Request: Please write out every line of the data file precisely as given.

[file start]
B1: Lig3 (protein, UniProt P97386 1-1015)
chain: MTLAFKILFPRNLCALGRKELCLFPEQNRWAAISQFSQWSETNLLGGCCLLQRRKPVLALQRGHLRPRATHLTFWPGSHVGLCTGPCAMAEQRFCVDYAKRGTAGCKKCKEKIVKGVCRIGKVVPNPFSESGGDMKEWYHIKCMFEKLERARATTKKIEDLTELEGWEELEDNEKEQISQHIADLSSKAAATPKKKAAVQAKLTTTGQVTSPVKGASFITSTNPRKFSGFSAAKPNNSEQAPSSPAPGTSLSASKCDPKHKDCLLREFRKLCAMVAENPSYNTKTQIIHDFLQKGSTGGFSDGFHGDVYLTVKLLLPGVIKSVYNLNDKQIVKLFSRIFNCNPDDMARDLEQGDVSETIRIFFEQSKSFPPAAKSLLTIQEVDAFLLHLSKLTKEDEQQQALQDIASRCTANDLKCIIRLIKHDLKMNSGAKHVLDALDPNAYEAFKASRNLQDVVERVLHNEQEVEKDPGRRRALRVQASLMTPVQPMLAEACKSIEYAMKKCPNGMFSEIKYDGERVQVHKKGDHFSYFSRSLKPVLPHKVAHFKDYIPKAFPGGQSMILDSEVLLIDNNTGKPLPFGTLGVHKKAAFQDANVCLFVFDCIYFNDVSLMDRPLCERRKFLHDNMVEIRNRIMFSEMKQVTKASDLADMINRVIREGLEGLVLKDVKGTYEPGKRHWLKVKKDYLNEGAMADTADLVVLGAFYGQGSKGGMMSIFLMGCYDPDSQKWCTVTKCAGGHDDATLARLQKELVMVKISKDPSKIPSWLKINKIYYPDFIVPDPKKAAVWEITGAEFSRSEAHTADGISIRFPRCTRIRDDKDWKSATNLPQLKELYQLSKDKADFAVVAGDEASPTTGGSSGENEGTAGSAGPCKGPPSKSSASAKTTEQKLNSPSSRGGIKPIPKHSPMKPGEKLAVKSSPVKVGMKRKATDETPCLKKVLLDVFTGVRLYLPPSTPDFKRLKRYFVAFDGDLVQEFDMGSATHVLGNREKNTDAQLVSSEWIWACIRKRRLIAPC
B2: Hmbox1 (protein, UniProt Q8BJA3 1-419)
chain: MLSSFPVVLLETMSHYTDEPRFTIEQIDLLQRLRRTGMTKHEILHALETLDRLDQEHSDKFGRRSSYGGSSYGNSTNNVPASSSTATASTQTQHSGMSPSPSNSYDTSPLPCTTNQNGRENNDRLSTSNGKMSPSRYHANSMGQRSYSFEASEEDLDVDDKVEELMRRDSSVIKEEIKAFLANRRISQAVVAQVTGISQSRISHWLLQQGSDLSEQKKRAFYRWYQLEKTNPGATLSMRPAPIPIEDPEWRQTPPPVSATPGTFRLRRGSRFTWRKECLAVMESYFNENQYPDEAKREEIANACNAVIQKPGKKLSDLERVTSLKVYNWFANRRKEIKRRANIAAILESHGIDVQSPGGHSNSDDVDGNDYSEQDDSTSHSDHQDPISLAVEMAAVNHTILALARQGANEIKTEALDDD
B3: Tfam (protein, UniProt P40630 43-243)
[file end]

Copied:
B1: Lig3 (protein, UniProt P97386 1-1015)
chain: MTLAFKILFPRNLCALGRKELCLFPEQNRWAAISQFSQWSETNLLGGCCLLQRRKPVLALQRGHLRPRATHLTFWPGSHVGLCTGPCAMAEQRFCVDYAKRGTAGCKKCKEKIVKGVCRIGKVVPNPFSESGGDMKEWYHIKCMFEKLERARATTKKIEDLTELEGWEELEDNEKEQISQHIADLSSKAAATPKKKAAVQAKLTTTGQVTSPVKGASFITSTNPRKFSGFSAAKPNNSEQAPSSPAPGTSLSASKCDPKHKDCLLREFRKLCAMVAENPSYNTKTQIIHDFLQKGSTGGFSDGFHGDVYLTVKLLLPGVIKSVYNLNDKQIVKLFSRIFNCNPDDMARDLEQGDVSETIRIFFEQSKSFPPAAKSLLTIQEVDAFLLHLSKLTKEDEQQQALQDIASRCTANDLKCIIRLIKHDLKMNSGAKHVLDALDPNAYEAFKASRNLQDVVERVLHNEQEVEKDPGRRRALRVQASLMTPVQPMLAEACKSIEYAMKKCPNGMFSEIKYDGERVQVHKKGDHFSYFSRSLKPVLPHKVAHFKDYIPKAFPGGQSMILDSEVLLIDNNTGKPLPFGTLGVHKKAAFQDANVCLFVFDCIYFNDVSLMDRPLCERRKFLHDNMVEIRNRIMFSEMKQVTKASDLADMINRVIREGLEGLVLKDVKGTYEPGKRHWLKVKKDYLNEGAMADTADLVVLGAFYGQGSKGGMMSIFLMGCYDPDSQKWCTVTKCAGGHDDATLARLQKELVMVKISKDPSKIPSWLKINKIYYPDFIVPDPKKAAVWEITGAEFSRSEAHTADGISIRFPRCTRIRDDKDWKSATNLPQLKELYQLSKDKADFAVVAGDEASPTTGGSSGENEGTAGSAGPCKGPPSKSSASAKTTEQKLNSPSSRGGIKPIPKHSPMKPGEKLAVKSSPVKVGMKRKATDETPCLKKVLLDVFTGVRLYLPPSTPDFKRLKRYFVAFDGDLVQEFDMGSATHVLGNREKNTDAQLVSSEWIWACIRKRRLIAPC
B2: Hmbox1 (protein, UniProt Q8BJA3 1-419)
chain: MLSSFPVVLLETMSHYTDEPRFTIEQIDLLQRLRRTGMTKHEILHALETLDRLDQEHSDKFGRRSSYGGSSYGNSTNNVPASSSTATASTQTQHSGMSPSPSNSYDTSPLPCTTNQNGRENNDRLSTSNGKMSPSRYHANSMGQRSYSFEASEEDLDVDDKVEELMRRDSSVIKEEIKAFLANRRISQAVVAQVTGISQSRISHWLLQQGSDLSEQKKRAFYRWYQLEKTNPGATLSMRPAPIPIEDPEWRQTPPPVSATPGTFRLRRGSRFTWRKECLAVMESYFNENQYPDEAKREEIANACNAVIQKPGKKLSDLERVTSLKVYNWFANRRKEIKRRANIAAILESHGIDVQSPGGHSNSDDVDGNDYSEQDDSTSHSDHQDPISLAVEMAAVNHTILALARQGANEIKTEALDDD
B3: Tfam (protein, UniProt P40630 43-243)